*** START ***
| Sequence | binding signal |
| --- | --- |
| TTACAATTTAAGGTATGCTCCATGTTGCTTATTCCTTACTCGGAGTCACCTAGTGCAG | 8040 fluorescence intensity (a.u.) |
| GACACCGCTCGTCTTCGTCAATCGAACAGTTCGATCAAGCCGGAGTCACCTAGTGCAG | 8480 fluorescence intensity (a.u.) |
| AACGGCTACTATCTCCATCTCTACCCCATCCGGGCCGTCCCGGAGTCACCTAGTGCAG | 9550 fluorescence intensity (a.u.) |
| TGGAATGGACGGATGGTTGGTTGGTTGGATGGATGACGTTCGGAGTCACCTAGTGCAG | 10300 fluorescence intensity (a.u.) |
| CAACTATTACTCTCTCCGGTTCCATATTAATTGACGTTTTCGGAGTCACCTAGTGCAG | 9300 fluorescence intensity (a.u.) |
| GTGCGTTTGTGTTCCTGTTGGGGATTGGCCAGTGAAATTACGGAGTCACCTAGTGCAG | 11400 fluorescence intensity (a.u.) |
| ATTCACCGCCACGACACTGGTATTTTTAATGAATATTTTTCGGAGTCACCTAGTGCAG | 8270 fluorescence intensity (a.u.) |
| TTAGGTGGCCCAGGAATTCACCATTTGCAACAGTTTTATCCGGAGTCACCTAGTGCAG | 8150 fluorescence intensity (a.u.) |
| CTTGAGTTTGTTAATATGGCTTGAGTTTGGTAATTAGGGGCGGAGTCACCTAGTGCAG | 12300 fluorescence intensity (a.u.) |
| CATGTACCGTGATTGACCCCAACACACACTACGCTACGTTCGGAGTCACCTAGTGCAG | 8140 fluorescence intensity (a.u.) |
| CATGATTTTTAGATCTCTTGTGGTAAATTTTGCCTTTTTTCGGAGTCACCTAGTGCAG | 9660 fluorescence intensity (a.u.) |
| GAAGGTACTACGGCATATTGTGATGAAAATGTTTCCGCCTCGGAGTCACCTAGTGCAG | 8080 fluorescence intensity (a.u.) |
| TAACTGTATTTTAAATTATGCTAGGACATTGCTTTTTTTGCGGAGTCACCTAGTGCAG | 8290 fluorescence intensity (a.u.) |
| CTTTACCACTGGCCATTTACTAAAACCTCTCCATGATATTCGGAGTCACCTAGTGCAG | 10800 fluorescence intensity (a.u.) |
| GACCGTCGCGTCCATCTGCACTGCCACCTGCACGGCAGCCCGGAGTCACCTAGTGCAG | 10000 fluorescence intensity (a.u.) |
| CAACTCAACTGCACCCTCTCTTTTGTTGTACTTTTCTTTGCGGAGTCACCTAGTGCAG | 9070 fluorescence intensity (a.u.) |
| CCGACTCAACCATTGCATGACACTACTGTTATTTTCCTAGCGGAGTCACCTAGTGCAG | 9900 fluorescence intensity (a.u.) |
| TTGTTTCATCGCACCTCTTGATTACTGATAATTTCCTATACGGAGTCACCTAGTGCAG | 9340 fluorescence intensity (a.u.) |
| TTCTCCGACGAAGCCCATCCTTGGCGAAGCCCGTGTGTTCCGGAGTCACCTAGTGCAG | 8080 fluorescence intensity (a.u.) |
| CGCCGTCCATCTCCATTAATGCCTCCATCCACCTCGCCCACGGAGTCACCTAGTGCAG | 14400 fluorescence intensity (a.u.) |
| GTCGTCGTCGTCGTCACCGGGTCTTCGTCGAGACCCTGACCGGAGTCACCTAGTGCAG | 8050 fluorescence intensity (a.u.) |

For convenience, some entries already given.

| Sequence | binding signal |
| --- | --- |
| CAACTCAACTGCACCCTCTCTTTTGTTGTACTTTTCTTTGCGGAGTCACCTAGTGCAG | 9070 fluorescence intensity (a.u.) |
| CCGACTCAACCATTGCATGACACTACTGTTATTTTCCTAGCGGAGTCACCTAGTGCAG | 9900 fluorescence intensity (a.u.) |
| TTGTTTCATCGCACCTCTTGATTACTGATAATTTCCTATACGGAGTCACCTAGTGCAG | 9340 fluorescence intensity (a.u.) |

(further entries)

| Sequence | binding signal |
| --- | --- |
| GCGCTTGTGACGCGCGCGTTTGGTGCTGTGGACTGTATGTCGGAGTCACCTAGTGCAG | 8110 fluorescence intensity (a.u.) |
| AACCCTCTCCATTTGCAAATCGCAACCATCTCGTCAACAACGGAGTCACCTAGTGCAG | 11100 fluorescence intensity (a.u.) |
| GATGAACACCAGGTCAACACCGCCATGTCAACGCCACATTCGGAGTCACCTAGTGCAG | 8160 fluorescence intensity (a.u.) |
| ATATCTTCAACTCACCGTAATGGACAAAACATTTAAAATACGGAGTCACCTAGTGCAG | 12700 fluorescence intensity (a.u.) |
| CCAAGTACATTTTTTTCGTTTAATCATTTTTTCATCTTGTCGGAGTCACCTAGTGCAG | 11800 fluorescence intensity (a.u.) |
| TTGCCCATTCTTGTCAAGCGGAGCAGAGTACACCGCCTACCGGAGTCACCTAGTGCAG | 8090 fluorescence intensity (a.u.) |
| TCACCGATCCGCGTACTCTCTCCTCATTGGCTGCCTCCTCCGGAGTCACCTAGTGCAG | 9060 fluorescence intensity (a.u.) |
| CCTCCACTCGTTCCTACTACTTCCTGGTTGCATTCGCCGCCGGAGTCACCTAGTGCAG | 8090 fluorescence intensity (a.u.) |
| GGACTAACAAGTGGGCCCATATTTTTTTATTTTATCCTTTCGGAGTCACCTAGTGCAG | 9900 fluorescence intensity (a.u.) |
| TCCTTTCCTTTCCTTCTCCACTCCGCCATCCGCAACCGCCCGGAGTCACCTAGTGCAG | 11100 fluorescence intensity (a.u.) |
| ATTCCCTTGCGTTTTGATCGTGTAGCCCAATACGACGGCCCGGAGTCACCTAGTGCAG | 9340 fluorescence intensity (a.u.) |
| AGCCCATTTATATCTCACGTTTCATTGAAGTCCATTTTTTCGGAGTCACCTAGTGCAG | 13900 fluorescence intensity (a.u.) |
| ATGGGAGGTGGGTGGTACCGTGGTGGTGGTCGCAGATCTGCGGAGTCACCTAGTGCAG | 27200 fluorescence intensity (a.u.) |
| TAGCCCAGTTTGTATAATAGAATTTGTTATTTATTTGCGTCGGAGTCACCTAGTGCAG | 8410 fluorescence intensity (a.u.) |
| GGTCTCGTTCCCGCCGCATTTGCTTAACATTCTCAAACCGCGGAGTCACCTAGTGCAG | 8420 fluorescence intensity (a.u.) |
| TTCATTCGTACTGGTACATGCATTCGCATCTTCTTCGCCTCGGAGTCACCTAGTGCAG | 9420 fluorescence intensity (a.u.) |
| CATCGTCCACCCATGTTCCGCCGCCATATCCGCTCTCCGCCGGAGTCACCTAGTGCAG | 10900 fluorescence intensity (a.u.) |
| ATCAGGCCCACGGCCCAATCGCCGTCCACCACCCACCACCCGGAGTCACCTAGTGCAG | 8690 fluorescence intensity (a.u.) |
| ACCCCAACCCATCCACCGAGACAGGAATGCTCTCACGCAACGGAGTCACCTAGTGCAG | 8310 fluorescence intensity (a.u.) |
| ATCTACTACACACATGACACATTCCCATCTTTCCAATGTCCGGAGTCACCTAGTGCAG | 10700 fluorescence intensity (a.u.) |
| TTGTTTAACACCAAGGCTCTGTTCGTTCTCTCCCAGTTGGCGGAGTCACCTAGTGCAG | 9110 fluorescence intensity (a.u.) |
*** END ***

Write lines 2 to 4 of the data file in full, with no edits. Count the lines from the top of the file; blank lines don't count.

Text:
| --- | --- |
| TTACAATTTAAGGTATGCTCCATGTTGCTTATTCCTTACTCGGAGTCACCTAGTGCAG | 8040 fluorescence intensity (a.u.) |
| GACACCGCTCGTCTTCGTCAATCGAACAGTTCGATCAAGCCGGAGTCACCTAGTGCAG | 8480 fluorescence intensity (a.u.) |